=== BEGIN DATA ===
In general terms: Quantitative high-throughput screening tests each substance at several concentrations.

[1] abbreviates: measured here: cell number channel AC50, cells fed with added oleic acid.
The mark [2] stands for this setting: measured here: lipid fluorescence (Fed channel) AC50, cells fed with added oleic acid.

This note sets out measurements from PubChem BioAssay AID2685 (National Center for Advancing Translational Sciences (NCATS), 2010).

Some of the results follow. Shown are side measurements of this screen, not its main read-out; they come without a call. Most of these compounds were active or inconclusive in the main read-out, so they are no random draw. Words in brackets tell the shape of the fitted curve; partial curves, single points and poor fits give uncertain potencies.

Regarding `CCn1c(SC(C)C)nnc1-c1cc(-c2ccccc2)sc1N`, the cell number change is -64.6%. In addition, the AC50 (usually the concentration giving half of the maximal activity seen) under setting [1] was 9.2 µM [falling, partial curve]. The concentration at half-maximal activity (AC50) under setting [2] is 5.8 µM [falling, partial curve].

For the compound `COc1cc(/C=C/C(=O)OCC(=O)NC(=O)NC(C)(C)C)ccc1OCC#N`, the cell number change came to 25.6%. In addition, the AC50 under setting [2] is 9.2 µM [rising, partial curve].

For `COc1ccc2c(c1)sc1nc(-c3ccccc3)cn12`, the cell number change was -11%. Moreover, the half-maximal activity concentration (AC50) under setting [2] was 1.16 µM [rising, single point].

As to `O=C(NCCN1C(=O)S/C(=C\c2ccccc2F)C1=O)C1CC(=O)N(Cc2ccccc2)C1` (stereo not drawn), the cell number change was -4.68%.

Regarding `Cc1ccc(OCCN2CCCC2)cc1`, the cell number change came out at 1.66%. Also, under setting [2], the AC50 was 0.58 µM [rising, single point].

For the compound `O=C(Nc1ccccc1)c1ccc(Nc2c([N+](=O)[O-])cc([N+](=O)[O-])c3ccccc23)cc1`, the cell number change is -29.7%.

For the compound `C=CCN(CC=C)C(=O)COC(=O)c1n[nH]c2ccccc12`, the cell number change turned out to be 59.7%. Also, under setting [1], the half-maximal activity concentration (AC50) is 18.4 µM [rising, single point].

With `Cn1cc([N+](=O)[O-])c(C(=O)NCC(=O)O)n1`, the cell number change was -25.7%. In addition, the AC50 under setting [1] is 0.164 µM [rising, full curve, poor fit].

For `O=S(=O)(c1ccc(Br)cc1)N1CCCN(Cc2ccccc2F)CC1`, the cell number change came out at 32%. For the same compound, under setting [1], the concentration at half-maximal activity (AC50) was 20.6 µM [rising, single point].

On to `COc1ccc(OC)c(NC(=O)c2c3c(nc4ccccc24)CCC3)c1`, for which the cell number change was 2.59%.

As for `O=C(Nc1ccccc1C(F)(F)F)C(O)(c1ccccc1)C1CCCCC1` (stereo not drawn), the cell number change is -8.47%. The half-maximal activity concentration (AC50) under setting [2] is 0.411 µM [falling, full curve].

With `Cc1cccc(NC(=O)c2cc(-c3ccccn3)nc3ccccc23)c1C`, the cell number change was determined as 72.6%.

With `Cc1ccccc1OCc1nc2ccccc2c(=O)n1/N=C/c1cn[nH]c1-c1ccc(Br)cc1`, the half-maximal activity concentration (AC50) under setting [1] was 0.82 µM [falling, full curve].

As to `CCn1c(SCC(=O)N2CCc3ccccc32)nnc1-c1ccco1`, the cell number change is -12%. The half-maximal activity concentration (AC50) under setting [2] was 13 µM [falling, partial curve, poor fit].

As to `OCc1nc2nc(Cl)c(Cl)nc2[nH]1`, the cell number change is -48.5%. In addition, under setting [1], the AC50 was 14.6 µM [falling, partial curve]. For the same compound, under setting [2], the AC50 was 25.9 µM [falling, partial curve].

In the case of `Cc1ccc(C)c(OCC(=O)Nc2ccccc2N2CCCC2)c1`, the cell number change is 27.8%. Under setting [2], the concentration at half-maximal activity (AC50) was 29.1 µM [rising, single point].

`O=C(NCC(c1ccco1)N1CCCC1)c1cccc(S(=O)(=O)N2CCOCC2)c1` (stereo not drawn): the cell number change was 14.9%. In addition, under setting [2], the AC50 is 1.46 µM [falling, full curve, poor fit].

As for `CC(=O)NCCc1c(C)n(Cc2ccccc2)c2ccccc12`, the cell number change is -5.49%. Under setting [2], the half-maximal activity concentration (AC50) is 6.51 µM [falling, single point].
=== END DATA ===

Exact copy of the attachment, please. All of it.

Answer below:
In general terms: Quantitative high-throughput screening tests each substance at several concentrations.

[1] abbreviates: measured here: cell number channel AC50, cells fed with added oleic acid.
The mark [2] stands for this setting: measured here: lipid fluorescence (Fed channel) AC50, cells fed with added oleic acid.

This note sets out measurements from PubChem BioAssay AID2685 (National Center for Advancing Translational Sciences (NCATS), 2010).

Some of the results follow. Shown are side measurements of this screen, not its main read-out; they come without a call. Most of these compounds were active or inconclusive in the main read-out, so they are no random draw. Words in brackets tell the shape of the fitted curve; partial curves, single points and poor fits give uncertain potencies.

Regarding `CCn1c(SC(C)C)nnc1-c1cc(-c2ccccc2)sc1N`, the cell number change is -64.6%. In addition, the AC50 (usually the concentration giving half of the maximal activity seen) under setting [1] was 9.2 µM [falling, partial curve]. The concentration at half-maximal activity (AC50) under setting [2] is 5.8 µM [falling, partial curve].

For the compound `COc1cc(/C=C/C(=O)OCC(=O)NC(=O)NC(C)(C)C)ccc1OCC#N`, the cell number change came to 25.6%. In addition, the AC50 under setting [2] is 9.2 µM [rising, partial curve].

For `COc1ccc2c(c1)sc1nc(-c3ccccc3)cn12`, the cell number change was -11%. Moreover, the half-maximal activity concentration (AC50) under setting [2] was 1.16 µM [rising, single point].

As to `O=C(NCCN1C(=O)S/C(=C\c2ccccc2F)C1=O)C1CC(=O)N(Cc2ccccc2)C1` (stereo not drawn), the cell number change was -4.68%.

Regarding `Cc1ccc(OCCN2CCCC2)cc1`, the cell number change came out at 1.66%. Also, under setting [2], the AC50 was 0.58 µM [rising, single point].

For the compound `O=C(Nc1ccccc1)c1ccc(Nc2c([N+](=O)[O-])cc([N+](=O)[O-])c3ccccc23)cc1`, the cell number change is -29.7%.

For the compound `C=CCN(CC=C)C(=O)COC(=O)c1n[nH]c2ccccc12`, the cell number change turned out to be 59.7%. Also, under setting [1], the half-maximal activity concentration (AC50) is 18.4 µM [rising, single point].

With `Cn1cc([N+](=O)[O-])c(C(=O)NCC(=O)O)n1`, the cell number change was -25.7%. In addition, the AC50 under setting [1] is 0.164 µM [rising, full curve, poor fit].

For `O=S(=O)(c1ccc(Br)cc1)N1CCCN(Cc2ccccc2F)CC1`, the cell number change came out at 32%. For the same compound, under setting [1], the concentration at half-maximal activity (AC50) was 20.6 µM [rising, single point].

On to `COc1ccc(OC)c(NC(=O)c2c3c(nc4ccccc24)CCC3)c1`, for which the cell number change was 2.59%.

As for `O=C(Nc1ccccc1C(F)(F)F)C(O)(c1ccccc1)C1CCCCC1` (stereo not drawn), the cell number change is -8.47%. The half-maximal activity concentration (AC50) under setting [2] is 0.411 µM [falling, full curve].

With `Cc1cccc(NC(=O)c2cc(-c3ccccn3)nc3ccccc23)c1C`, the cell number change was determined as 72.6%.

With `Cc1ccccc1OCc1nc2ccccc2c(=O)n1/N=C/c1cn[nH]c1-c1ccc(Br)cc1`, the half-maximal activity concentration (AC50) under setting [1] was 0.82 µM [falling, full curve].

As to `CCn1c(SCC(=O)N2CCc3ccccc32)nnc1-c1ccco1`, the cell number change is -12%. The half-maximal activity concentration (AC50) under setting [2] was 13 µM [falling, partial curve, poor fit].

As to `OCc1nc2nc(Cl)c(Cl)nc2[nH]1`, the cell number change is -48.5%. In addition, under setting [1], the AC50 was 14.6 µM [falling, partial curve]. For the same compound, under setting [2], the AC50 was 25.9 µM [falling, partial curve].

In the case of `Cc1ccc(C)c(OCC(=O)Nc2ccccc2N2CCCC2)c1`, the cell number change is 27.8%. Under setting [2], the concentration at half-maximal activity (AC50) was 29.1 µM [rising, single point].

`O=C(NCC(c1ccco1)N1CCCC1)c1cccc(S(=O)(=O)N2CCOCC2)c1` (stereo not drawn): the cell number change was 14.9%. In addition, under setting [2], the AC50 is 1.46 µM [falling, full curve, poor fit].

As for `CC(=O)NCCc1c(C)n(Cc2ccccc2)c2ccccc12`, the cell number change is -5.49%. Under setting [2], the half-maximal activity concentration (AC50) is 6.51 µM [falling, single point].